2 out of 4 stars
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Death comes for us all. In the end, I think we all want to know that our lives mattered to someone. In From There to Here Ian McMillan reminisces about his life over 80 decades.
As a young boy, math had it in for Mr. McMillan, so he dropped out of school. His first job was at a bakery, but before long he moves on to a nursery. What he really wants to do, though, is become a ship boy in the Navy. Since he's only 14, he must have his parent's approval. They agree, but his grandfather tears up his papers. While he's mad, he decides to bide his time until he turns 18. At that time, he can enlist without his parent's approval which he does. His life afterwards is full of different ports, duties and drinking.
It's always hard for me to review memoirs as it feels like you are grading someone's life. I have the utmost respect for those that are brave enough to expose their faults and failures to the world. Nevertheless, this is what I've been asked to do. However, while I am critiquing the book, I am in no way grading or judging the author's life.
Having said that, there are several flaws I found with this story. First, the author goes off on tangents randomly throughout his story. While for the most part the author tells his story chronologically, he sometimes jumps around in time or interjects thoughts about current events. For example, he discusses an election that is taking place at the current time while he was discussing his childhood. He admits that it was a tangent and needed to vent, but that doesn't make it more enjoyable for the reader. This interrupted the flow of the story unnecessarily and made it feel disjointed.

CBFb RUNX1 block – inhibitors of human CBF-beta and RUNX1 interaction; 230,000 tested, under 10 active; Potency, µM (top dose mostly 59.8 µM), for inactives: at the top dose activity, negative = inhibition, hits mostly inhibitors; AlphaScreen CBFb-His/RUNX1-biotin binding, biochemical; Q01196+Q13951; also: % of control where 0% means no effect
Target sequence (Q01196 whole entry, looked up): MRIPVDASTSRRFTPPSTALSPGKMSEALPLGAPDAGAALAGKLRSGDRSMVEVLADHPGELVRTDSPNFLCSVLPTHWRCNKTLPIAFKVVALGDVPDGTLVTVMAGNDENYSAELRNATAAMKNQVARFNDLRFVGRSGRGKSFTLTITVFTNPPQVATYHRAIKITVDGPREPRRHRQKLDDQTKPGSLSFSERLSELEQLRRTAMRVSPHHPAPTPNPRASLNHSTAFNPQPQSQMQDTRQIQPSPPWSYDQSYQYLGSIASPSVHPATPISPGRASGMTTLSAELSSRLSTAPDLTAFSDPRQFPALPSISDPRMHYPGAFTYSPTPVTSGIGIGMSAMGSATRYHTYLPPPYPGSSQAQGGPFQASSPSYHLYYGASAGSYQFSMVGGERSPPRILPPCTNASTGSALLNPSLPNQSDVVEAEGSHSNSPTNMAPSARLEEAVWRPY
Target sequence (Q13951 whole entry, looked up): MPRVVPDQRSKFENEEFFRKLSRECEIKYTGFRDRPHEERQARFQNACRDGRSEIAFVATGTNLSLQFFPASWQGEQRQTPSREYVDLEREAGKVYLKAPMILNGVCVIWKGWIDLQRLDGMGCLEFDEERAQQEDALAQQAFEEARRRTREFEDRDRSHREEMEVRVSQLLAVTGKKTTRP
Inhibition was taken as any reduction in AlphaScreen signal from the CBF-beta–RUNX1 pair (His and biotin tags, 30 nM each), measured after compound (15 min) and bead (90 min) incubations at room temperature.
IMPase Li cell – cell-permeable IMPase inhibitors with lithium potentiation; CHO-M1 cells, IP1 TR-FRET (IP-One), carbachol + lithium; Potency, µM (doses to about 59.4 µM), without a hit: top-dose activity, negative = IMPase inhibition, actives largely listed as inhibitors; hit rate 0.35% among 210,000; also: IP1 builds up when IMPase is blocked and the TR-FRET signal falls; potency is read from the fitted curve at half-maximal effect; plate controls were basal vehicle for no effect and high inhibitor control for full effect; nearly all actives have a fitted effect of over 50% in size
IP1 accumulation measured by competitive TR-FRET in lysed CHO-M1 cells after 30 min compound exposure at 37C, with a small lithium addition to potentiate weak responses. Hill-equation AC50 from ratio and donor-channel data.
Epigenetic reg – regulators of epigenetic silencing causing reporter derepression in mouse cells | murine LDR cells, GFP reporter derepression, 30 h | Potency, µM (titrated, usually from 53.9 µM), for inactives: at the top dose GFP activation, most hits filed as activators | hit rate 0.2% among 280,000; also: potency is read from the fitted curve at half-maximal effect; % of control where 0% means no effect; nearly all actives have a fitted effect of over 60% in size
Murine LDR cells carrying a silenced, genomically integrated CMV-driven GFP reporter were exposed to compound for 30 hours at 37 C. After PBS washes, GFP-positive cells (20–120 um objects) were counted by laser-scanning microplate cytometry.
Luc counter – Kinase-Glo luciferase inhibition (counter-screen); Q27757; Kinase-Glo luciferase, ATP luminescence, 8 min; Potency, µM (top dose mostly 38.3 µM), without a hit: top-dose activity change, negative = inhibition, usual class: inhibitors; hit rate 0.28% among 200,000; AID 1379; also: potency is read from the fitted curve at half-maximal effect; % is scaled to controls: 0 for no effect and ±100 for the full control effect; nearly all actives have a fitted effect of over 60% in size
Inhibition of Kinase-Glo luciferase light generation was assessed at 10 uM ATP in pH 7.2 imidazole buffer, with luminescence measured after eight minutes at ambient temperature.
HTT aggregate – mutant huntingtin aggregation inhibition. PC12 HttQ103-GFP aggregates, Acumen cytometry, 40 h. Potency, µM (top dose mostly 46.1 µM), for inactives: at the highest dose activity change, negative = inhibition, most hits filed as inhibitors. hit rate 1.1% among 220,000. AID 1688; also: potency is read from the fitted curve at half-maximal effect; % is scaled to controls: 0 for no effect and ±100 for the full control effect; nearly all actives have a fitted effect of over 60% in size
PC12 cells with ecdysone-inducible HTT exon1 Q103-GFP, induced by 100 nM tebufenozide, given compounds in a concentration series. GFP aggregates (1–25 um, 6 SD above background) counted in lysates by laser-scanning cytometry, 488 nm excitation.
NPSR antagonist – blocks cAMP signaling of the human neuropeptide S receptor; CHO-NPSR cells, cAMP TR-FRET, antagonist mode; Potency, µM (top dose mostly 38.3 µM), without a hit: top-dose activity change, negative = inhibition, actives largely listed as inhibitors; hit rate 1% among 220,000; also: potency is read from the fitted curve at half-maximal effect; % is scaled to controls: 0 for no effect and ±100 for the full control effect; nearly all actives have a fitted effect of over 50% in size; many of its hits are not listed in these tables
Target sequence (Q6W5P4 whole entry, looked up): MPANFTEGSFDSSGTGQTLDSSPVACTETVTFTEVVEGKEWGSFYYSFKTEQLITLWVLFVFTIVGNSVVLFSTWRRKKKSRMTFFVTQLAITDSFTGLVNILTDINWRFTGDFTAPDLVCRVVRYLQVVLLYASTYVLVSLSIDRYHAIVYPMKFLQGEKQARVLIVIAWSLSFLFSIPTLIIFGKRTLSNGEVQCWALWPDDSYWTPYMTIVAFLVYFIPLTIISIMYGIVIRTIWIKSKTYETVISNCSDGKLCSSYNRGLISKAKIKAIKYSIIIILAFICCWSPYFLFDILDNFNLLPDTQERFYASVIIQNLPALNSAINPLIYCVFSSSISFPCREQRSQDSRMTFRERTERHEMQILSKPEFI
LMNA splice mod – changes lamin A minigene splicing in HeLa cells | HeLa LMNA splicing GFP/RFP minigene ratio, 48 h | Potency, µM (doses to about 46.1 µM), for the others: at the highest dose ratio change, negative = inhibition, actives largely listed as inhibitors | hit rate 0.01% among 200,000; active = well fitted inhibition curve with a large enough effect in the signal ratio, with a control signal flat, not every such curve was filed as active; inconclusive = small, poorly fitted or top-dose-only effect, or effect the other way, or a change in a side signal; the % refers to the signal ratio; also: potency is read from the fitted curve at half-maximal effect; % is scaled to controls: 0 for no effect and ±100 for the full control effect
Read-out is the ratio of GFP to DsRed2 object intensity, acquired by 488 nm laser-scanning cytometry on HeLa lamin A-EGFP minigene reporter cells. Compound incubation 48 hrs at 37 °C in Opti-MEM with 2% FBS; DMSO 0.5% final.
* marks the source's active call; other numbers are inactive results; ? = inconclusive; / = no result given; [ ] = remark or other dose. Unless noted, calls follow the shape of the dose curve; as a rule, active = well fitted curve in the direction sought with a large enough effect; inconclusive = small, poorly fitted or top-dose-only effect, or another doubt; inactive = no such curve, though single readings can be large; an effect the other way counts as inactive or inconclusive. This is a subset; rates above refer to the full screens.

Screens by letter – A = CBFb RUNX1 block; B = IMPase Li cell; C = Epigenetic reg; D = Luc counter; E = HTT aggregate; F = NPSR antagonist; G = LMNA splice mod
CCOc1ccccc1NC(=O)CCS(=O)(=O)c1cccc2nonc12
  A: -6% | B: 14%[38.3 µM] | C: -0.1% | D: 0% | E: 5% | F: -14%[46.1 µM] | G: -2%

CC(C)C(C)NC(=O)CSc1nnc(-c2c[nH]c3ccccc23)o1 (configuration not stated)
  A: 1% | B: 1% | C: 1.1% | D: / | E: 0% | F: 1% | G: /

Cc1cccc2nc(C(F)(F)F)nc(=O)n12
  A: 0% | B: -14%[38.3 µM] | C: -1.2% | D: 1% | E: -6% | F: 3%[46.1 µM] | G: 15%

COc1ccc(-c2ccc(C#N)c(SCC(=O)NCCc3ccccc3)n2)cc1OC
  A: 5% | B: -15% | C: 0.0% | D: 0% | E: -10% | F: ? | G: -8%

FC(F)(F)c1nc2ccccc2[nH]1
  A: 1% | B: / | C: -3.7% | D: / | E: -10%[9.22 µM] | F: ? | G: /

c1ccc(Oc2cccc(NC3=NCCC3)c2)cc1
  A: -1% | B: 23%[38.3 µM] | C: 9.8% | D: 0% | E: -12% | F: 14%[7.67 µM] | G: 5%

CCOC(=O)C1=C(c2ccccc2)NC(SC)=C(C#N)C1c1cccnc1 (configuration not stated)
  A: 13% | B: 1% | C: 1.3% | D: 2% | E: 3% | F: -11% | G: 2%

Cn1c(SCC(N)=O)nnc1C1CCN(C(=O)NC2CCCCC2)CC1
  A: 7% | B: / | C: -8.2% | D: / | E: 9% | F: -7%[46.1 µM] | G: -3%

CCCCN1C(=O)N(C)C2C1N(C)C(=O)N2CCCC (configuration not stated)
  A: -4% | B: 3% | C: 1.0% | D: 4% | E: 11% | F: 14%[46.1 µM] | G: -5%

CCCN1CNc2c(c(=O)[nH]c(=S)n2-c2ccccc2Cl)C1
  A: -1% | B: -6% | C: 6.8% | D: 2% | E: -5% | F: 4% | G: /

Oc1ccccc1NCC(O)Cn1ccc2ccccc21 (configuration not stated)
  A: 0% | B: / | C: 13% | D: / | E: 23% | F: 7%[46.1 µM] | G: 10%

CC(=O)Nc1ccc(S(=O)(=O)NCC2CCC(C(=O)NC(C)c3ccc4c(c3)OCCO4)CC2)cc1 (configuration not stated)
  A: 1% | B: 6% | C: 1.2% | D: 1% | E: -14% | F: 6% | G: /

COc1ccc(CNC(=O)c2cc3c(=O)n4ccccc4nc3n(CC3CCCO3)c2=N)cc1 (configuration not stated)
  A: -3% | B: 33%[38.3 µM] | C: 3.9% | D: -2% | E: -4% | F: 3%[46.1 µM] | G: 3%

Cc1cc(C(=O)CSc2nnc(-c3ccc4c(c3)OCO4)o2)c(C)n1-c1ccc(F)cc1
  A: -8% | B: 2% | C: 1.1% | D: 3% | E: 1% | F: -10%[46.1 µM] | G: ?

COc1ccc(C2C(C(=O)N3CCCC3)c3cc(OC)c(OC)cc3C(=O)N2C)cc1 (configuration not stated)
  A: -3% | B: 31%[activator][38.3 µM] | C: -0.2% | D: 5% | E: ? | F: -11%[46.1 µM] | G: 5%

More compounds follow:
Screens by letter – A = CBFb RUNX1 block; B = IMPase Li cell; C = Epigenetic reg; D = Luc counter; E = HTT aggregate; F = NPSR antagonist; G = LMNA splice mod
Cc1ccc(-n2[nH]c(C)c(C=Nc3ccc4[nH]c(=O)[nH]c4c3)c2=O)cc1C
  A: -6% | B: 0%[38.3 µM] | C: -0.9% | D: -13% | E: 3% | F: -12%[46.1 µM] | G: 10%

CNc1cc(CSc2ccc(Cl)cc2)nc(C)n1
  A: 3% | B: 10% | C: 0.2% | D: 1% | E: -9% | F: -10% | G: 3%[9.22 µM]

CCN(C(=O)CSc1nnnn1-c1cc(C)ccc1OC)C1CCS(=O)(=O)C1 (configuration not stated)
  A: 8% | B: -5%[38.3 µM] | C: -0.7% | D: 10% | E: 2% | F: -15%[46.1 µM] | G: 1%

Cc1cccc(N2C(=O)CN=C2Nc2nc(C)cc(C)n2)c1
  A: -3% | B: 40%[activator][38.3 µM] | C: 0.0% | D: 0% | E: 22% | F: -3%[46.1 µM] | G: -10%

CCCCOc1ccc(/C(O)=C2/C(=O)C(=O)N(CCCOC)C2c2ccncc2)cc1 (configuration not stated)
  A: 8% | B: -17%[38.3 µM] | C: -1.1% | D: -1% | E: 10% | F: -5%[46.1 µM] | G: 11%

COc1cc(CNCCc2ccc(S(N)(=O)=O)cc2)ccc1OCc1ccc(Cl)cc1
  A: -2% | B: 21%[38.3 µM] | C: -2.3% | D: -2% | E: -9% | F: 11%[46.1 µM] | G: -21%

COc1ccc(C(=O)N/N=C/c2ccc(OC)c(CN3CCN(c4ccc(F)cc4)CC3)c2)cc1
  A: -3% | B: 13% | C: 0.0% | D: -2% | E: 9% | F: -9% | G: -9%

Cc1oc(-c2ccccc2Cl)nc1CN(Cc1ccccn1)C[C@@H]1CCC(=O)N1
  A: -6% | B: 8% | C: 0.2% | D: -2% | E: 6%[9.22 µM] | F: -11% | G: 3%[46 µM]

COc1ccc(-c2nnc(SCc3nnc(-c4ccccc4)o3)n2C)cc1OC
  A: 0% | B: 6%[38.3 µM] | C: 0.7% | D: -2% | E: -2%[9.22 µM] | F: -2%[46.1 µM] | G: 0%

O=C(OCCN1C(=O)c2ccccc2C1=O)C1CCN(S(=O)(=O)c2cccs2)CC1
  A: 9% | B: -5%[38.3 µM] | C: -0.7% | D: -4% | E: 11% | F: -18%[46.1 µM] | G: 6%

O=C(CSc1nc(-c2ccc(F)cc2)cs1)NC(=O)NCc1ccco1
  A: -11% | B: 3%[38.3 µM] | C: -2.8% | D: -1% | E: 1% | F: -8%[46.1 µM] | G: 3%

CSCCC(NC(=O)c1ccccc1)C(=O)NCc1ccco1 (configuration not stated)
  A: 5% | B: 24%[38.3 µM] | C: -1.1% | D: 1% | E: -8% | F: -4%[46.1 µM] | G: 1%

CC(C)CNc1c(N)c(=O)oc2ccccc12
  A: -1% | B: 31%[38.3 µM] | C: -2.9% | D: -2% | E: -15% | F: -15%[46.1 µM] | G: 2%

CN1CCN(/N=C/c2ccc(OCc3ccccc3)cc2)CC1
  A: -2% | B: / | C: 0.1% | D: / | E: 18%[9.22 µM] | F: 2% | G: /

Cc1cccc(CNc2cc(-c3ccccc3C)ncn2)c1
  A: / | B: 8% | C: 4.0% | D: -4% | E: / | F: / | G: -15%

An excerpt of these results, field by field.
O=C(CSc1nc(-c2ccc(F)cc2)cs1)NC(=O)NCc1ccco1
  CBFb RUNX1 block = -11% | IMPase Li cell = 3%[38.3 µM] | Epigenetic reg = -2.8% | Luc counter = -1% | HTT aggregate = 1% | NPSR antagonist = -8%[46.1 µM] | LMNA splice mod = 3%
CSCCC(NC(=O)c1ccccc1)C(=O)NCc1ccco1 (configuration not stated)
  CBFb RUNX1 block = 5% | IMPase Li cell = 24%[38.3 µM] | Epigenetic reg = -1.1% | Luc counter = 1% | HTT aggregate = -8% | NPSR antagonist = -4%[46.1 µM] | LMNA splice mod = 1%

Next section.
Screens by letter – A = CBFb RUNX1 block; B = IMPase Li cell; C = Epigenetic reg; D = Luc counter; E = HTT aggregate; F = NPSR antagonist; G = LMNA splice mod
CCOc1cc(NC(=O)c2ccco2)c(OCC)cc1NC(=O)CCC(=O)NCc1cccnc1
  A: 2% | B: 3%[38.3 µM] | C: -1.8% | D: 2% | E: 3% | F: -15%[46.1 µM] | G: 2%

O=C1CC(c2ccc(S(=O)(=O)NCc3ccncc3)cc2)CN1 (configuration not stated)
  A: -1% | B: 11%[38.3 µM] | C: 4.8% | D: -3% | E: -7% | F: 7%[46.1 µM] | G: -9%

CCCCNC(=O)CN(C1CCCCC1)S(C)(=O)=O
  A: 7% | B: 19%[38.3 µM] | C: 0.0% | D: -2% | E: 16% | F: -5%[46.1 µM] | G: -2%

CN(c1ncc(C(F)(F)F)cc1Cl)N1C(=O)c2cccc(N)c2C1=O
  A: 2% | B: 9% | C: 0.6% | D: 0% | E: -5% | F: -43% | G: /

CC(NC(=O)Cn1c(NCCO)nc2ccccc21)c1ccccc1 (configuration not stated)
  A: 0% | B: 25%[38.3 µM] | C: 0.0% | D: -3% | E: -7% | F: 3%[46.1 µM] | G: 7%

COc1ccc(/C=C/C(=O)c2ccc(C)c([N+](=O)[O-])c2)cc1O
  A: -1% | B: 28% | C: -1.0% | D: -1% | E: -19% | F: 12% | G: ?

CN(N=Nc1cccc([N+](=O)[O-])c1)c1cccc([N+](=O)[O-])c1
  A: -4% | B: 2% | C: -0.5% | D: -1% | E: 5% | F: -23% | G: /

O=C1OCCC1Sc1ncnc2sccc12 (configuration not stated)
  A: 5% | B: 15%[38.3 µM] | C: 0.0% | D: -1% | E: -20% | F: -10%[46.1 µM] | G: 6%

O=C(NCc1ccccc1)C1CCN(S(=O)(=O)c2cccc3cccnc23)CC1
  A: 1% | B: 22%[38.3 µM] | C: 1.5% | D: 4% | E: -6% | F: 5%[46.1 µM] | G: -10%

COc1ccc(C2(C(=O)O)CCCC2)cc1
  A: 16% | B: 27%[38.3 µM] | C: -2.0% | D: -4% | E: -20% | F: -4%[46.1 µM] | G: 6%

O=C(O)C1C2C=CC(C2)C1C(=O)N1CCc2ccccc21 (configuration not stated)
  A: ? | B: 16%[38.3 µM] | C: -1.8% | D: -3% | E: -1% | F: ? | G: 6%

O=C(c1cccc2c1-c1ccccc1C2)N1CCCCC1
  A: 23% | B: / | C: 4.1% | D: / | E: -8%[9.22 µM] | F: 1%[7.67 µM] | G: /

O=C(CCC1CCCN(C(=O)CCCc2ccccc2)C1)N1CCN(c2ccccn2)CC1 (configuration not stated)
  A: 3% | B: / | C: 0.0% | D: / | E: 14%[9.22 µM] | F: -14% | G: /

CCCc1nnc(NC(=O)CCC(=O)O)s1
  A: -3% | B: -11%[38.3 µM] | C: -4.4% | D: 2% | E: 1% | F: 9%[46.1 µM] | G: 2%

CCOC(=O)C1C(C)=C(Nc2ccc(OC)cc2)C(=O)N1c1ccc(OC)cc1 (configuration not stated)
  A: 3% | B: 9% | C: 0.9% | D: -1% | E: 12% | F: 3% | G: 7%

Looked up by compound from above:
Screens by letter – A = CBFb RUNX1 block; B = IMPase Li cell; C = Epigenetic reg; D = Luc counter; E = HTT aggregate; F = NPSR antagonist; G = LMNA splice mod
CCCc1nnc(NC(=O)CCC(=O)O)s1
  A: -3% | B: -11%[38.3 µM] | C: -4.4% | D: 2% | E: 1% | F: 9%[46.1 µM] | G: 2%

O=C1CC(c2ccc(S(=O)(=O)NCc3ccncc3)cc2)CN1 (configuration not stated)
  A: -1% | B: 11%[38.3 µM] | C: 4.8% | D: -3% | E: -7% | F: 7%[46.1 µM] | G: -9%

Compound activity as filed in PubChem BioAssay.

A second thing I noticed was how very little the author talks about his family. He does get married, but very little is said about his courtship or marriage. We are told that she cannot conceive and that they adopt a son named Alex. Once again, though, there is nothing more regarding him until we are told of his profession. This made me feel that the author only really cared about his many jobs over the years, but I'm sure this is not true.
Unfortunately, I'm not convinced the book was professionally edited either. The novel was full of run-on sentences one right after another. This too disrupted the flow of the story. I found myself breaking up the sentences as I went along which was a little frustrating.
The last thing I would like to mention is that the author has quite a long career in the Royal Navy followed by the Merchant Marines. To those that are interested in the sea and ships, this would probably be interesting. For me, it was kind of boring and tedious. There were also terms that I was unfamiliar with.
While I appreciate the author's service and the obstacles he overcame, the execution of the book leaves something to be desired. Thus, I rate From There to Here a 2 out of 4 stars. I would recommend this cautiously to those who are very much interested in life at sea in the service of one's country.
From There To Here
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